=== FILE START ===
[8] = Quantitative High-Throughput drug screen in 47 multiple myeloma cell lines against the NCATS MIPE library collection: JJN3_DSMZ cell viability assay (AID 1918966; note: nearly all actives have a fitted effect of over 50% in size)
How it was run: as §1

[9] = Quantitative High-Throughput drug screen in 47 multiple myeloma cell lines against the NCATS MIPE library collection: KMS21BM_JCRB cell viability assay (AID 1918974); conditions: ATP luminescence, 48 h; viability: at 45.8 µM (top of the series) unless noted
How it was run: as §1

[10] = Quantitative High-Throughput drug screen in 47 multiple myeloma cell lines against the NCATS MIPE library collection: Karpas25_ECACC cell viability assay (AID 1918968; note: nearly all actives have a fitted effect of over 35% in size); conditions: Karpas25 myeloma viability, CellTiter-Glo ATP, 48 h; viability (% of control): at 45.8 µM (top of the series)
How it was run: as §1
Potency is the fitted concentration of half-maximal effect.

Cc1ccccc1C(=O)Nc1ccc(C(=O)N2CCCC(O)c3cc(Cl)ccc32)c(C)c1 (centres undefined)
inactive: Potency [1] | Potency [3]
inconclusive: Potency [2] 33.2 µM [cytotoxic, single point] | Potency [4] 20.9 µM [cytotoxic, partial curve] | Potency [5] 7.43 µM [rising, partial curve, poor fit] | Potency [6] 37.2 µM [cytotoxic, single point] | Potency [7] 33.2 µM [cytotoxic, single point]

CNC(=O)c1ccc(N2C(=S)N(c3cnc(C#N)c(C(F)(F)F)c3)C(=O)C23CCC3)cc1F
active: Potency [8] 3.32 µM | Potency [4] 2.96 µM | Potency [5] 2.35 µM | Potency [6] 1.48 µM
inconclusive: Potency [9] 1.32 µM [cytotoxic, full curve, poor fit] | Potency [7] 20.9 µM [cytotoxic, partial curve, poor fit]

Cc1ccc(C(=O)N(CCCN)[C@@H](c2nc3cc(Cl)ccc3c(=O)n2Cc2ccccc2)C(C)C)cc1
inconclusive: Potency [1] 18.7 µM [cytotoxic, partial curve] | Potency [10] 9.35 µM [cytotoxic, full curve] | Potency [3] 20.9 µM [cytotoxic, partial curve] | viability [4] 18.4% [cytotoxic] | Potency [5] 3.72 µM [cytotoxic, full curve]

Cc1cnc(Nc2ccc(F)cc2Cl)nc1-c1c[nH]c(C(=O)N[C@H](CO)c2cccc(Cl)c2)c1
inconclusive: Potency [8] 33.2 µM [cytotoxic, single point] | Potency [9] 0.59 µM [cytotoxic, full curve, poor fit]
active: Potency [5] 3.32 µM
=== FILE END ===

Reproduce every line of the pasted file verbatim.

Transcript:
[8] = Quantitative High-Throughput drug screen in 47 multiple myeloma cell lines against the NCATS MIPE library collection: JJN3_DSMZ cell viability assay (AID 1918966; note: nearly all actives have a fitted effect of over 50% in size)
How it was run: as §1

[9] = Quantitative High-Throughput drug screen in 47 multiple myeloma cell lines against the NCATS MIPE library collection: KMS21BM_JCRB cell viability assay (AID 1918974); conditions: ATP luminescence, 48 h; viability: at 45.8 µM (top of the series) unless noted
How it was run: as §1

[10] = Quantitative High-Throughput drug screen in 47 multiple myeloma cell lines against the NCATS MIPE library collection: Karpas25_ECACC cell viability assay (AID 1918968; note: nearly all actives have a fitted effect of over 35% in size); conditions: Karpas25 myeloma viability, CellTiter-Glo ATP, 48 h; viability (% of control): at 45.8 µM (top of the series)
How it was run: as §1
Potency is the fitted concentration of half-maximal effect.

Cc1ccccc1C(=O)Nc1ccc(C(=O)N2CCCC(O)c3cc(Cl)ccc32)c(C)c1 (centres undefined)
inactive: Potency [1] | Potency [3]
inconclusive: Potency [2] 33.2 µM [cytotoxic, single point] | Potency [4] 20.9 µM [cytotoxic, partial curve] | Potency [5] 7.43 µM [rising, partial curve, poor fit] | Potency [6] 37.2 µM [cytotoxic, single point] | Potency [7] 33.2 µM [cytotoxic, single point]

CNC(=O)c1ccc(N2C(=S)N(c3cnc(C#N)c(C(F)(F)F)c3)C(=O)C23CCC3)cc1F
active: Potency [8] 3.32 µM | Potency [4] 2.96 µM | Potency [5] 2.35 µM | Potency [6] 1.48 µM
inconclusive: Potency [9] 1.32 µM [cytotoxic, full curve, poor fit] | Potency [7] 20.9 µM [cytotoxic, partial curve, poor fit]

Cc1ccc(C(=O)N(CCCN)[C@@H](c2nc3cc(Cl)ccc3c(=O)n2Cc2ccccc2)C(C)C)cc1
inconclusive: Potency [1] 18.7 µM [cytotoxic, partial curve] | Potency [10] 9.35 µM [cytotoxic, full curve] | Potency [3] 20.9 µM [cytotoxic, partial curve] | viability [4] 18.4% [cytotoxic] | Potency [5] 3.72 µM [cytotoxic, full curve]

Cc1cnc(Nc2ccc(F)cc2Cl)nc1-c1c[nH]c(C(=O)N[C@H](CO)c2cccc(Cl)c2)c1
inconclusive: Potency [8] 33.2 µM [cytotoxic, single point] | Potency [9] 0.59 µM [cytotoxic, full curve, poor fit]
active: Potency [5] 3.32 µM